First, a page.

Sectionalism and slavery are important topics in American history. Sectionalism refers to the divide that was created between the northern and southern territories. For the Northerners, the wage system was a preferred method of capitalism whereas the Southerners preferred slavery. The slaves referred commonly to the black population that had settled in America then (Rabe 45). This paper establishes how sectionalism and the issue of slavery were becoming heated political topics in the American society.
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Slavery was responsible for the regional and economic divide between the northern parts of America and the south. Southerners were not pleased with the huge profits been made by the businessmen of the north and blamed their own failures on the exaggeration of the northern people. However, people from the north asserted that slavery which was heavily practiced in the south was particularly responsible for the problems of the south. From the beginning therefore, one can deduce that the issue of slavery was one dividing factor and hot topic between the two regions.
As early as 1830, the issue of sectionalism had been solidifying due to the problem of slavery. For instance, an abolitionist movement against the spread of slavery to the western states that had not been recognized as states began. For the Southerners, the slavery issue was not one that they intended to dialogue about. They were more concerned about their English rhetoric and their representative unions (Reed 65). For some seaboard regions, slavery had been practiced for many generations that it had indeed become a basic element of the economy of that area.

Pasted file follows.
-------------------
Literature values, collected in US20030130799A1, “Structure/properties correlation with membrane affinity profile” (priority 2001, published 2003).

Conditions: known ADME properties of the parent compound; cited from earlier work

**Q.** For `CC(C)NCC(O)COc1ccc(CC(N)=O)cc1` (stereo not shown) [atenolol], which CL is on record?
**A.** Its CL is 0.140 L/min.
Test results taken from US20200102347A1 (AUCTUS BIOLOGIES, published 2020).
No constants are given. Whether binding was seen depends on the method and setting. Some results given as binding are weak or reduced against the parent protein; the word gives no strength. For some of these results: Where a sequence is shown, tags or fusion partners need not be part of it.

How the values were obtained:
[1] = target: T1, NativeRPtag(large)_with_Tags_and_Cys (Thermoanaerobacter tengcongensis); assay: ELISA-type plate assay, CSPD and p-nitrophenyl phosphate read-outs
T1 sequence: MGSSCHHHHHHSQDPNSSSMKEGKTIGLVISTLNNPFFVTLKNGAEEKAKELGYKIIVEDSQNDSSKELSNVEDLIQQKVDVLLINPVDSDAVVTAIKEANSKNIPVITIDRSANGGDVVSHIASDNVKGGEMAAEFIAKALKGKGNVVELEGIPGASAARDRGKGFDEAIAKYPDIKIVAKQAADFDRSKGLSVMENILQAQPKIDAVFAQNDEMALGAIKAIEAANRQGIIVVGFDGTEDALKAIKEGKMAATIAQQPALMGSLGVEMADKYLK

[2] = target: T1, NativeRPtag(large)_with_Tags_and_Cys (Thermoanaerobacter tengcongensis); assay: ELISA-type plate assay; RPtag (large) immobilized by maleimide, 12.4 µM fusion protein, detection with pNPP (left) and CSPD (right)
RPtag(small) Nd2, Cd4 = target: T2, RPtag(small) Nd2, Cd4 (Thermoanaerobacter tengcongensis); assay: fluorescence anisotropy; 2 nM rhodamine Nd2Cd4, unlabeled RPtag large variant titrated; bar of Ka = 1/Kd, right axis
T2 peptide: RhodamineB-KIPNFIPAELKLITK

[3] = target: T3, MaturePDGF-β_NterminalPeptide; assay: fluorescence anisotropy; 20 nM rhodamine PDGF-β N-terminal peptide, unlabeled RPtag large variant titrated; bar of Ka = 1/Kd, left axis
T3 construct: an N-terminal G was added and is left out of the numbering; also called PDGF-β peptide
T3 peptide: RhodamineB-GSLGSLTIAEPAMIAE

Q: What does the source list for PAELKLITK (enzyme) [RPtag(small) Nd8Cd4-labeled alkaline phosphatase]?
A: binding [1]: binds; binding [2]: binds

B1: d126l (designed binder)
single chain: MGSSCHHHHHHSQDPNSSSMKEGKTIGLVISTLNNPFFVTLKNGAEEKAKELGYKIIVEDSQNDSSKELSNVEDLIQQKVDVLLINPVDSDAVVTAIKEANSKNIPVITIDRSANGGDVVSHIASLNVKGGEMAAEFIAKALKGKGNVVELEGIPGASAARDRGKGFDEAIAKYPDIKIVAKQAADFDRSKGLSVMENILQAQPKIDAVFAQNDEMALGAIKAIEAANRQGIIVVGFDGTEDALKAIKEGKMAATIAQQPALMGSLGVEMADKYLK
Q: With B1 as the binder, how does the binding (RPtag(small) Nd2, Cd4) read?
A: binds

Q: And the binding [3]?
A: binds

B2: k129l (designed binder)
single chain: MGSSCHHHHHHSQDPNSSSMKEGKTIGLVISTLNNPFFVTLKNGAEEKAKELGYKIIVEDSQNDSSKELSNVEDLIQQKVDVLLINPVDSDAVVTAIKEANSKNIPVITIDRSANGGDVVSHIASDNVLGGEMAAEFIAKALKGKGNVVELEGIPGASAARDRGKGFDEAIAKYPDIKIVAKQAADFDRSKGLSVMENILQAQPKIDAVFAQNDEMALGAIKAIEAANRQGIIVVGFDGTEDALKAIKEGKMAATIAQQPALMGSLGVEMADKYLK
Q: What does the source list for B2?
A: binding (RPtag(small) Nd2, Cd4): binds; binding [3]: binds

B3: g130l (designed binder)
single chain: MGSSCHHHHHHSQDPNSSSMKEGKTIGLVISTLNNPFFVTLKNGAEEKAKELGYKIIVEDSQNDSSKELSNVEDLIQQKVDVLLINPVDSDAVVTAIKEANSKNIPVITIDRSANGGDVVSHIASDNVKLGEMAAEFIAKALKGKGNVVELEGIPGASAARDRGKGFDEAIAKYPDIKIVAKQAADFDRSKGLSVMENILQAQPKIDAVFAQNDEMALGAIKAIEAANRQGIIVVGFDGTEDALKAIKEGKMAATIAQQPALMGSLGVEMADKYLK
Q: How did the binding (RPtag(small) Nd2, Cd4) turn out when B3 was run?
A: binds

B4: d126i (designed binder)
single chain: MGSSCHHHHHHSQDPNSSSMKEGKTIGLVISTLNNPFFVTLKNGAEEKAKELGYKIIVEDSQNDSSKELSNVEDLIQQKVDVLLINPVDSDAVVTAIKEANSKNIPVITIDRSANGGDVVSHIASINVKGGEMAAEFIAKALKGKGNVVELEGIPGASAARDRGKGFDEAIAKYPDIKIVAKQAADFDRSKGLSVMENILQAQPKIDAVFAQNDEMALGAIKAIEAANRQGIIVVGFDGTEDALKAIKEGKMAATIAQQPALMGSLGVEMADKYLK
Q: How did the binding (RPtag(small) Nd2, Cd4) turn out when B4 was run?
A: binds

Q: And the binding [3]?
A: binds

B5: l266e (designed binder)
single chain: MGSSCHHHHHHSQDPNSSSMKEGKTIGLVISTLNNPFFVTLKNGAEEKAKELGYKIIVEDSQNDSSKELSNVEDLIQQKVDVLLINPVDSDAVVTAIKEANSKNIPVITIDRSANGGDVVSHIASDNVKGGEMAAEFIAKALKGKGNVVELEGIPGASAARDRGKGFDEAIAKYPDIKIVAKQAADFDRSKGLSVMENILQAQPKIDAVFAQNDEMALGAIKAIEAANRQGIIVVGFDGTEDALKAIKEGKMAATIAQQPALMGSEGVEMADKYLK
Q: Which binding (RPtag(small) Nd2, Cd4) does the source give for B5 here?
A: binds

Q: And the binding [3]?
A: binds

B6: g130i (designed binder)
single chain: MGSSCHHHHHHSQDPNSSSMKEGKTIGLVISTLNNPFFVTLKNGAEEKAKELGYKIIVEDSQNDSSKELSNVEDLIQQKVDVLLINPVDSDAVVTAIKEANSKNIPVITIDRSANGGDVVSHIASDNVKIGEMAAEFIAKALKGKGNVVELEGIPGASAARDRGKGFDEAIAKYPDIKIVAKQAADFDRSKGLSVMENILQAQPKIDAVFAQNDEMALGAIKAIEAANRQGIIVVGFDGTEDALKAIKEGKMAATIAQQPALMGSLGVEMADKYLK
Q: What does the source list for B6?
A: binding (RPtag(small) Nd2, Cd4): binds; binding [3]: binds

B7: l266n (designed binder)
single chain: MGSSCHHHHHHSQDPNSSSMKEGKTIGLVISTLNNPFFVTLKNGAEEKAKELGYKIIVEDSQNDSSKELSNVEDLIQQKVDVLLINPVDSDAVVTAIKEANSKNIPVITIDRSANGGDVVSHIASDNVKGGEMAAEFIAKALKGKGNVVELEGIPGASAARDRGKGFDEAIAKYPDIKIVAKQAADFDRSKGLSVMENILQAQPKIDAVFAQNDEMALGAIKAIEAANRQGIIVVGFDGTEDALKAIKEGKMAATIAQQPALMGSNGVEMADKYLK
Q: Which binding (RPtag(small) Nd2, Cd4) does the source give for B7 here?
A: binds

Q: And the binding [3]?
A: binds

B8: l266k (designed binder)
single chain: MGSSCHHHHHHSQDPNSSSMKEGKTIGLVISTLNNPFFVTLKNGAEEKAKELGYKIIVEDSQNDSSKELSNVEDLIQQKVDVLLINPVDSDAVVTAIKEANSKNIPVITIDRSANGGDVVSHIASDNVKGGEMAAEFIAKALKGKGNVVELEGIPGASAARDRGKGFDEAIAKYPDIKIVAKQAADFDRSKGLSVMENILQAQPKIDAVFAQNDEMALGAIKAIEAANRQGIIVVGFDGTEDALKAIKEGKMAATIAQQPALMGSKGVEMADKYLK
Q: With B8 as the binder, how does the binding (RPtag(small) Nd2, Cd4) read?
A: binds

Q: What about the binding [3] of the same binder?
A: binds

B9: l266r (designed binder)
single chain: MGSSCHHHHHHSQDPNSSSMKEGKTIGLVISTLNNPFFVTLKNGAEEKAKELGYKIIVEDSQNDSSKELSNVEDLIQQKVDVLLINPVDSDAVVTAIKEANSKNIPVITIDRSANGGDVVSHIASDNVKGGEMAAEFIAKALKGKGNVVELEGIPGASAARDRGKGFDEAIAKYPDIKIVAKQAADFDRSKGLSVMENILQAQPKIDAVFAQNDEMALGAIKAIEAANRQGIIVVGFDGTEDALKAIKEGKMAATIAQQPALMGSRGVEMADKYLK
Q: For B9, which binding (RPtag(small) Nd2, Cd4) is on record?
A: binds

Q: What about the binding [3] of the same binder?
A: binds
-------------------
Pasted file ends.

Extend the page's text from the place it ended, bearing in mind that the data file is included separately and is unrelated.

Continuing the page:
A small fraction of the whites from the southern region owned slaves. By 1860, the number of planters was 46,274 throughout the regions that still practiced slavery. One planter was described as an individual having at least 20 slaves. A big number of the slaves worked on white plantations. Several yeoman planters, whose land was less than 40 hectares, owned a few slaves, though most had none. White people who were considered poor stayed on the lowest parts of the southern region but were not allowed to have slaves. The reason why most of the planters wanted to continue having slaves was that they had many slaves and did not want to lose them. Still, the yeoman and the poor white people supported the institution of slavery for they were scared that if the black people were let free, they would begin competing for land with them. In addition, having the slaves around elevated the social status of the poor farmers and the yeoman planters and they did not want to lose that social standing (Reed 88).
As they continued to contend against the Northern standing, politicians of the time, employed people, and even the men of God in the south stopped being remorseful about slavery and instead encouraged it. In fact, publicists from the south were vocal in their assertion that the link between capital and labor was more tolerable and humane under slavery as compared to wage method as done in the North (Argus 100).
Slavery was brutal characterized by beatings and force. There was family disintegration as individuals were sold as slaves. Consequently, however, the deepest criticism of slavery was not on the way the masters behaved towards their slaves, but slavery’s basic disregard for every individual’s absolute right to freedom.
Argus, John. Journey into Slavery. New York: Mc-Graw- Hill, 2010. Print.
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Rabe, Stephen. Slavery in American Society. New York: Wadsworth Publishing, 1992. Print.
Reed, John. Southerners: Sectionalism. New York: BookSurge Publishing, 2008. Print.